Then, when Scott left the hospital to tend to their older children, hospital officials demanded permission to give Annie a Hepatitis B shot.
“Jodi said that she would agree only if they tested her or Annie to see if either of them were positive. If so, then she was quite willing to have the shot for Annie. The hospital claimed that they had forgotten about this earlier when it was still possible to test that day, and that they needed to give the shot anyway without any testing,” HSLDA reported.
Jodi asked if the decision could wait until her husband returned.
“Put yourself in Jodi’s shoes at this moment,” Farris wrote. “You gave birth that morning in an ambulance. The hospital has made wild and conflicting claims about your baby’s health all day long. You are exhausted. You are in pain. Your husband has gone to check on your children. And a social worker who has threatened to take your baby into police custody is standing in your hospital room demanding that you make an immediate decision.”
Then, he reported, “the story turns ugly.”
“The social worker left the room and called the police. Without a court order they took custody of Annie, immediately claiming that she was suffering from illness or injury – a patently false claim. The social worker consented to the administration of the Hepatitis B shot even though no blood test had been done,” he reported.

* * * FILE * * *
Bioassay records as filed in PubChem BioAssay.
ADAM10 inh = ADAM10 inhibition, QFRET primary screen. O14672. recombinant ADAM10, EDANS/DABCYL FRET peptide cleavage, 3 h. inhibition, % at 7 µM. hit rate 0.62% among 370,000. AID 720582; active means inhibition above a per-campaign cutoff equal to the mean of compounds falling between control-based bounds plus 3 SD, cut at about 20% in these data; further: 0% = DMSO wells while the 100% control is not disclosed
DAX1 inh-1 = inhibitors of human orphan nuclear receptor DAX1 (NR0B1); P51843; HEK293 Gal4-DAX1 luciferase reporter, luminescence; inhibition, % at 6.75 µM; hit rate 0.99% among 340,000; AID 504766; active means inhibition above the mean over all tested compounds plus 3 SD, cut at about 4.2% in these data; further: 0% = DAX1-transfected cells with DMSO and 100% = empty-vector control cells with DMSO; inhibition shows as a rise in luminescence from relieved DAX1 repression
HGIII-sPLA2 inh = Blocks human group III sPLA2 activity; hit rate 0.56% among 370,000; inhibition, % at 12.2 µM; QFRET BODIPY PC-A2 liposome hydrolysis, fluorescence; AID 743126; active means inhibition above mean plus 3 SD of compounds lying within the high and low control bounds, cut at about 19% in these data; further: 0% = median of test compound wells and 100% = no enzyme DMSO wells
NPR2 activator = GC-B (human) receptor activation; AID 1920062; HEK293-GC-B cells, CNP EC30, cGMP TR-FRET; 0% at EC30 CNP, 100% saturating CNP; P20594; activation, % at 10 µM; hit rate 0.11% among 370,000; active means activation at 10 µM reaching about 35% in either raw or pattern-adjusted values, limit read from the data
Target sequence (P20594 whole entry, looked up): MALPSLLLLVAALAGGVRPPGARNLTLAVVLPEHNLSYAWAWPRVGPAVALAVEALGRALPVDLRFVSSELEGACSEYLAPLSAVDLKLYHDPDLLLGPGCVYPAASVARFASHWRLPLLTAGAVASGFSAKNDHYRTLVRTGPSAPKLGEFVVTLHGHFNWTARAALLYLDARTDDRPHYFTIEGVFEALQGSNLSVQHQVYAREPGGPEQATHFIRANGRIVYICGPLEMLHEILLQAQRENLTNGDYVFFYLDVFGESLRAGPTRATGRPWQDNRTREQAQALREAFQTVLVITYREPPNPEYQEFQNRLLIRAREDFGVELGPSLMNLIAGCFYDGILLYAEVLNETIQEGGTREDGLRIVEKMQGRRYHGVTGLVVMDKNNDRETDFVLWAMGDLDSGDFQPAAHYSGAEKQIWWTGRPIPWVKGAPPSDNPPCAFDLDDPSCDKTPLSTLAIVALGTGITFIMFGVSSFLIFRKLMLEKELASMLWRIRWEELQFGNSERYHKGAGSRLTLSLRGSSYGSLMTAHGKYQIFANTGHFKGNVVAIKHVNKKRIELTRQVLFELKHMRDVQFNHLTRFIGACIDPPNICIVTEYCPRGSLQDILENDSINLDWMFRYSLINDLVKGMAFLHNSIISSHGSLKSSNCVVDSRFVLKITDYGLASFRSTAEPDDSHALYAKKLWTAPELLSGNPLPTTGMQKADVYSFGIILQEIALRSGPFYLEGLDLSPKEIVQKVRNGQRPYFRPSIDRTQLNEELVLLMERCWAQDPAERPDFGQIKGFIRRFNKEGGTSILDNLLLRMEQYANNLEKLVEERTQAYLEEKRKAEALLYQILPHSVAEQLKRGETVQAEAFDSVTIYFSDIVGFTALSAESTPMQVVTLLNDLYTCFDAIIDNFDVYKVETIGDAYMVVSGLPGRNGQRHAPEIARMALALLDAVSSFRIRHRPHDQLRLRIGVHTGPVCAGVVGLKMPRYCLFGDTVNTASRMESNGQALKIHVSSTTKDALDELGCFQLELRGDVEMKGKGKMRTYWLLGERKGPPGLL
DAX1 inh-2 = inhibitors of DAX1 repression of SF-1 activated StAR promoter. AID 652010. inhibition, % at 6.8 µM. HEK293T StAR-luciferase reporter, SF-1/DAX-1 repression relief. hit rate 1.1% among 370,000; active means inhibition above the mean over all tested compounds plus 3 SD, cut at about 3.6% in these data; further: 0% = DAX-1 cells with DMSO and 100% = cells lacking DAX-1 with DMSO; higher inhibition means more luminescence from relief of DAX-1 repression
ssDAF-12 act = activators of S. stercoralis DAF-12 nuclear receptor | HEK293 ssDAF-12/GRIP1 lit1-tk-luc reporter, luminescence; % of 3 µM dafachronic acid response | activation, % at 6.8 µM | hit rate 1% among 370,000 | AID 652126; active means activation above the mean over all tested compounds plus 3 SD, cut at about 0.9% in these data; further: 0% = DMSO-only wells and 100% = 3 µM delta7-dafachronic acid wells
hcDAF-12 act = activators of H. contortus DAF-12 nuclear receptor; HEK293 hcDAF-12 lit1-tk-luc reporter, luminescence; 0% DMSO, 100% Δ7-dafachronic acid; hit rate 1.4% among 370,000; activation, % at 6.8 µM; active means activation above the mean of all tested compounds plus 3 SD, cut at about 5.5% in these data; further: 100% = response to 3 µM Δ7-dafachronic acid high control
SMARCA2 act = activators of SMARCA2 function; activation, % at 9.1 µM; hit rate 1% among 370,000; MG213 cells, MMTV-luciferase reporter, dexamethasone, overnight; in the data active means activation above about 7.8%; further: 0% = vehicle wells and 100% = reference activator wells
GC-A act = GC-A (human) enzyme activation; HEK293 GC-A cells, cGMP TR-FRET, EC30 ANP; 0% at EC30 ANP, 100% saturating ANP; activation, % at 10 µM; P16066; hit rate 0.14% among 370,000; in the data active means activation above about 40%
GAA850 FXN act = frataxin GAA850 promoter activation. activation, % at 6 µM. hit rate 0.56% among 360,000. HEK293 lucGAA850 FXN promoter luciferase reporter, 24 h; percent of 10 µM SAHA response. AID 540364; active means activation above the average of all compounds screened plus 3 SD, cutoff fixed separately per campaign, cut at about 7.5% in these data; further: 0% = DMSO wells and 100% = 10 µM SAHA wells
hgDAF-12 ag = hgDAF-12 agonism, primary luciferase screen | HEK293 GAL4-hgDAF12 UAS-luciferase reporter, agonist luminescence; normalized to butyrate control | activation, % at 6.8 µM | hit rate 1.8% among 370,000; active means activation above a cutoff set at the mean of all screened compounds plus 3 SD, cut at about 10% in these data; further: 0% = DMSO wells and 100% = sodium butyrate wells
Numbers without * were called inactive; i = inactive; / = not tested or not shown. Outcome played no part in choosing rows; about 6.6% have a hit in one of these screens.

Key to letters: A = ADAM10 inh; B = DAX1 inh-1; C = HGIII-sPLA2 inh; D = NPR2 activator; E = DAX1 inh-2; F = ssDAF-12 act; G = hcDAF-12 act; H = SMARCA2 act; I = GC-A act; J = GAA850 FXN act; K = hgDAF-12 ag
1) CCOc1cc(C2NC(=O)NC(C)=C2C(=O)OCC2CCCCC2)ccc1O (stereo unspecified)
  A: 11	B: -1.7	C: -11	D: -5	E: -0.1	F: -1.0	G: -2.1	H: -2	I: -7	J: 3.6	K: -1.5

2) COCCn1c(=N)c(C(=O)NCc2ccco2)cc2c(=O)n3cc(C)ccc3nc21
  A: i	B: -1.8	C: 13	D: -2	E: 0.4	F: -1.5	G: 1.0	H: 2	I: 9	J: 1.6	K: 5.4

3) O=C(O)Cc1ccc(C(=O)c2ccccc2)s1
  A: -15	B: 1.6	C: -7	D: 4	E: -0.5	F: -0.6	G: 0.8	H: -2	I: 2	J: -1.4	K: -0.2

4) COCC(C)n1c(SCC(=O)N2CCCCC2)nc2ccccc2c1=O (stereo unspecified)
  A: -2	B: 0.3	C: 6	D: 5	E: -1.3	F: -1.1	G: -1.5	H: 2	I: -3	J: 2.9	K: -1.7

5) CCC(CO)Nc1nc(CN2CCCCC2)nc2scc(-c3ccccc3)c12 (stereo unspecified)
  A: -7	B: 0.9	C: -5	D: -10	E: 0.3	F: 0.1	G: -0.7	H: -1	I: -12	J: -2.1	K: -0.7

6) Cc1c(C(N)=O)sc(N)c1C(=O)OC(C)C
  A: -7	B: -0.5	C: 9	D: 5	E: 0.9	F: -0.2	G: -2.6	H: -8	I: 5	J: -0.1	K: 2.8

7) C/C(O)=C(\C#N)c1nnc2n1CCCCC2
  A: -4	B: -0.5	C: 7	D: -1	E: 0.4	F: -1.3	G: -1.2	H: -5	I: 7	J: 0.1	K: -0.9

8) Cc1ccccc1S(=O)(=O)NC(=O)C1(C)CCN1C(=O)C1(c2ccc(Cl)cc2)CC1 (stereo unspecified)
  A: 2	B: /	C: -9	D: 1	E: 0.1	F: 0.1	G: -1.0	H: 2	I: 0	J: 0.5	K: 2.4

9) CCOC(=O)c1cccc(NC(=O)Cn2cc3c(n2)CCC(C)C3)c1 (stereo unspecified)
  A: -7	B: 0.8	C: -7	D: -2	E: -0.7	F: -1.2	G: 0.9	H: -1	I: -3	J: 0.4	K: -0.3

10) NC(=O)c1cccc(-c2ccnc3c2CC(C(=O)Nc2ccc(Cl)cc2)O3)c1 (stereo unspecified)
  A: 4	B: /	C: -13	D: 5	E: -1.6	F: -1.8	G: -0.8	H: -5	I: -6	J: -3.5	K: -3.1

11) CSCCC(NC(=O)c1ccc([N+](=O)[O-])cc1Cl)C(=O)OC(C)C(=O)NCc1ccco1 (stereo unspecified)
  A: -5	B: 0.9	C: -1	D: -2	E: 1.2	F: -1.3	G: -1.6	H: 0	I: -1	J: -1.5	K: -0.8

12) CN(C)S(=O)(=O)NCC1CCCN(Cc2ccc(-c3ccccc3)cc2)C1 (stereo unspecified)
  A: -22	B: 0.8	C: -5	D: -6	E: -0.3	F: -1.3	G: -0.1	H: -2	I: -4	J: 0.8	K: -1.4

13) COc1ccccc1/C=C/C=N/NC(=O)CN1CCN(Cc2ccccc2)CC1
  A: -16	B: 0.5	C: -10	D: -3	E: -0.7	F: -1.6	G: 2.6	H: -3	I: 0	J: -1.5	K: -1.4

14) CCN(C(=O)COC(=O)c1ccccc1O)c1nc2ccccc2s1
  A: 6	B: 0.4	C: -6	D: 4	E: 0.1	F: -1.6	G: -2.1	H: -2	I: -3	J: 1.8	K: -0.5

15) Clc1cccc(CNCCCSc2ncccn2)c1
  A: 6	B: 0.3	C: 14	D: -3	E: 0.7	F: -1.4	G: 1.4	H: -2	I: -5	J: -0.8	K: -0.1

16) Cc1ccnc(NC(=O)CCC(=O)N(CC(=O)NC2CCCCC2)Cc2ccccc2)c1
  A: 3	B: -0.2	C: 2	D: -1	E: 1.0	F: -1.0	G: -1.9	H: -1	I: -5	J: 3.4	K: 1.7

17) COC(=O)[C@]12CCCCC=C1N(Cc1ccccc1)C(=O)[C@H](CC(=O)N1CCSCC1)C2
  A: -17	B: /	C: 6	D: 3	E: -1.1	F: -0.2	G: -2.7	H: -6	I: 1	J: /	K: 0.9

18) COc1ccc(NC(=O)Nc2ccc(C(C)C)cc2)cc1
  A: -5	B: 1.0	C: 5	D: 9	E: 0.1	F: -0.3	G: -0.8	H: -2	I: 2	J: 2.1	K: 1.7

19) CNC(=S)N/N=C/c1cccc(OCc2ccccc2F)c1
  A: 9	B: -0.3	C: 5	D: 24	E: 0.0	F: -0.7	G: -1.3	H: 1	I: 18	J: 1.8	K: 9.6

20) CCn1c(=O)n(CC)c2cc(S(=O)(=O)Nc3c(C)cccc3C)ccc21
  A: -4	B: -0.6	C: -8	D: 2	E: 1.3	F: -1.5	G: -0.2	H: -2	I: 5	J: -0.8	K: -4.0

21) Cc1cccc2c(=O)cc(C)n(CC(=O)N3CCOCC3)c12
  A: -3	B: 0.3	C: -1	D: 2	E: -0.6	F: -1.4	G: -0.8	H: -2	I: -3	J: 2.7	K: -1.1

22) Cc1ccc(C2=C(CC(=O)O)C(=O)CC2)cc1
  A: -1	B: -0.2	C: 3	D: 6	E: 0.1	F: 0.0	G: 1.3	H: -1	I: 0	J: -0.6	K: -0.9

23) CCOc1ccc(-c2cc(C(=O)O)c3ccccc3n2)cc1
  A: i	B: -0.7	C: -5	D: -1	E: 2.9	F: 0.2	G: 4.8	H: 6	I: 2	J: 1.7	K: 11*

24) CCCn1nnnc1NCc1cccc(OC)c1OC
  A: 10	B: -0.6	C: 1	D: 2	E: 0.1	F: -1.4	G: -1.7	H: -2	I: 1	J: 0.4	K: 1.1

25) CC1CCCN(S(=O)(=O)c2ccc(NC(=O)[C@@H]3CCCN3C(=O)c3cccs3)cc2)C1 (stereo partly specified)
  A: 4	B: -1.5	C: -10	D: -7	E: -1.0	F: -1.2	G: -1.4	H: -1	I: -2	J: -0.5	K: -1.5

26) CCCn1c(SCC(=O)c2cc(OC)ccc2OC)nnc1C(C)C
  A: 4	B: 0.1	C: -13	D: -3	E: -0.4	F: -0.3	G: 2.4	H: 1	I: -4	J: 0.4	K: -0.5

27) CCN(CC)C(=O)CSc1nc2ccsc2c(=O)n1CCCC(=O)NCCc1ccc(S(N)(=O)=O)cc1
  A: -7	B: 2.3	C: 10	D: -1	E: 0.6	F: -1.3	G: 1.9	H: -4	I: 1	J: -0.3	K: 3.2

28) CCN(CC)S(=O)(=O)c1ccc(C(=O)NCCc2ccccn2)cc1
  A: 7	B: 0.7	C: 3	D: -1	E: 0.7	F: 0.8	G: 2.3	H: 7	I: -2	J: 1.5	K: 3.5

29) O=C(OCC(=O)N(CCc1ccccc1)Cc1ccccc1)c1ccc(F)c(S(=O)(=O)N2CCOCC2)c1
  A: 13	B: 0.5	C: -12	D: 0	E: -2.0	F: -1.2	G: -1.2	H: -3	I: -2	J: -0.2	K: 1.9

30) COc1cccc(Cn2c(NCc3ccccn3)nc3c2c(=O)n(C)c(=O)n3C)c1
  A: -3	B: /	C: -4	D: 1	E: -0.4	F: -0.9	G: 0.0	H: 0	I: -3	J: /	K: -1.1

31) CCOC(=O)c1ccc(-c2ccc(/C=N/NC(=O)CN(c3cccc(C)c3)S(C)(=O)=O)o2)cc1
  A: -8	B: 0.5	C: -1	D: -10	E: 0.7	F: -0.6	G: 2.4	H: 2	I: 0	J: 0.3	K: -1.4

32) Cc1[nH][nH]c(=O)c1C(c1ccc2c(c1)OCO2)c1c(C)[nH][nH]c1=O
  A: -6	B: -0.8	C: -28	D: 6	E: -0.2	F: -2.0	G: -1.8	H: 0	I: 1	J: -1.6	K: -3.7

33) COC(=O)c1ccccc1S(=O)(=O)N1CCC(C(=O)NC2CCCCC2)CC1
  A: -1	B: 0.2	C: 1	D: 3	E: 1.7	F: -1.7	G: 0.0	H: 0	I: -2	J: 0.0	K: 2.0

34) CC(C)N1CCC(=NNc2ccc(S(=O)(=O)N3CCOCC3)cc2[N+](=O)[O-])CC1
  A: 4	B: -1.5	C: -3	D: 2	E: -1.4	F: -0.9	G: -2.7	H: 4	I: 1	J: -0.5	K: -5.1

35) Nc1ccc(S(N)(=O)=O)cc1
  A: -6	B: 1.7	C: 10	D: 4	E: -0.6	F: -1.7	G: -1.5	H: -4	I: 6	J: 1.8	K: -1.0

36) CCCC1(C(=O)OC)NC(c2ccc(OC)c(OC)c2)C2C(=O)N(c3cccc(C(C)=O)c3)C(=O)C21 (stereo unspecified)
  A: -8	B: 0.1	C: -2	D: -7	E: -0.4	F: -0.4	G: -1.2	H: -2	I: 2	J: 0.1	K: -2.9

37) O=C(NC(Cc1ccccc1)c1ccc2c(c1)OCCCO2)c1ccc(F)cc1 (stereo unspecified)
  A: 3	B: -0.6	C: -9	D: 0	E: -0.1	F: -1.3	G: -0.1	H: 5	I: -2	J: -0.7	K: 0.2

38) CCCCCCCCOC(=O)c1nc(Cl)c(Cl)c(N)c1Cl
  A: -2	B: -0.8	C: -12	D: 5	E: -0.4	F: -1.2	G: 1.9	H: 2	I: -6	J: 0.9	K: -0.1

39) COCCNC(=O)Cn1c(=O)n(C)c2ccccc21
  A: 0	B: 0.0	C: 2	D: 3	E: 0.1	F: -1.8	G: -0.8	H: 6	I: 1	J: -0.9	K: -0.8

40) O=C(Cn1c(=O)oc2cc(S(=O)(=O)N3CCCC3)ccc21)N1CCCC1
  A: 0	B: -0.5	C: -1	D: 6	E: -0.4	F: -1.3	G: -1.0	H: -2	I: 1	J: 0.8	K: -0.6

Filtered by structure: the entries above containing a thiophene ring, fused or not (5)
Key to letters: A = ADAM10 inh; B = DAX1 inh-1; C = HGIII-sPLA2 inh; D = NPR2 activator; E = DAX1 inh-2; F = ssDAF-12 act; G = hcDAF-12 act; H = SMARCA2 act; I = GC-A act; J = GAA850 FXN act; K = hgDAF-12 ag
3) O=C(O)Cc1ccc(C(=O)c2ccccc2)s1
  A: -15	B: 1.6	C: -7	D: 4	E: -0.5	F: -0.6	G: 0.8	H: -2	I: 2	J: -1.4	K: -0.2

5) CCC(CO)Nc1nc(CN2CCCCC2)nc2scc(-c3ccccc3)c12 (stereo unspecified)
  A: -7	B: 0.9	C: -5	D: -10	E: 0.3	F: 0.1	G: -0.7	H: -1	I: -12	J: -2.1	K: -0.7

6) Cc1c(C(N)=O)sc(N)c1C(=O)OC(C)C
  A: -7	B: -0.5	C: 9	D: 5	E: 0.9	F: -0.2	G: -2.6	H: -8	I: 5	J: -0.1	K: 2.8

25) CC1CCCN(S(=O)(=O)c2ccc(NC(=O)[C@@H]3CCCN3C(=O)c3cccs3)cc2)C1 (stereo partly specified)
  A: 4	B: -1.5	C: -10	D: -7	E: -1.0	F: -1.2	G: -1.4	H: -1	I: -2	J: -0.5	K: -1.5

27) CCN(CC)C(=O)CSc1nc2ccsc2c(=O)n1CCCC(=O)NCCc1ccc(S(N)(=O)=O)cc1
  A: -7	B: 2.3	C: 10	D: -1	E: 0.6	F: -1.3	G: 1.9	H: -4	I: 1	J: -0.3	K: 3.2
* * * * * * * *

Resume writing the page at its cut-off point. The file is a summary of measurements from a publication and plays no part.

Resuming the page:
“The police made Jodi Ferris get up out of her hospital bed and escorted her to the entrance – they were expelling her from the hospital because she had not signed the ‘safety plan.’”
She was escorted off the hospital grounds.
But she had been told she could return every three hours to nurse the baby, so the couple was forced to spend the night in a car in the parking lot of a nearby Wal-Mart.
“You read that right. They kicked this mother out of the hospital, and in order to be close enough to feed her child, she had to sleep in the car,” Farris reported.
A hearing the next morning returned the baby to her parents immediately.
“It is not a crime to ask questions about the well-being of your child. It is not a crime to ask for testing to ensure that a procedure is needed before it is done. It is not a crime to be a protective mom,” Farris reported.
“Both the medical personnel and the social worker engaged in outrageous behavior toward this family. And we believe that they violated their rights under the Constitution of the United States. And we are going to court to prove it,” Farris said.
“The social worker’s priority was not the welfare of Annie, but her own convenience and her own perception of her power. She was aiming to teach this homeschooling mother a lesson. And the hospital was clearly not concerned that Annie had a medical issue – they were just trying to avoid being sued for medical malpractice.
“When government workers run over parents in cases like this, the lesson that needs to be taught is to the government,” he said.
This may be getting blown a little out of proportion, I don’t know. But it stinks none the less. I hope that a thorough investigation is done into this.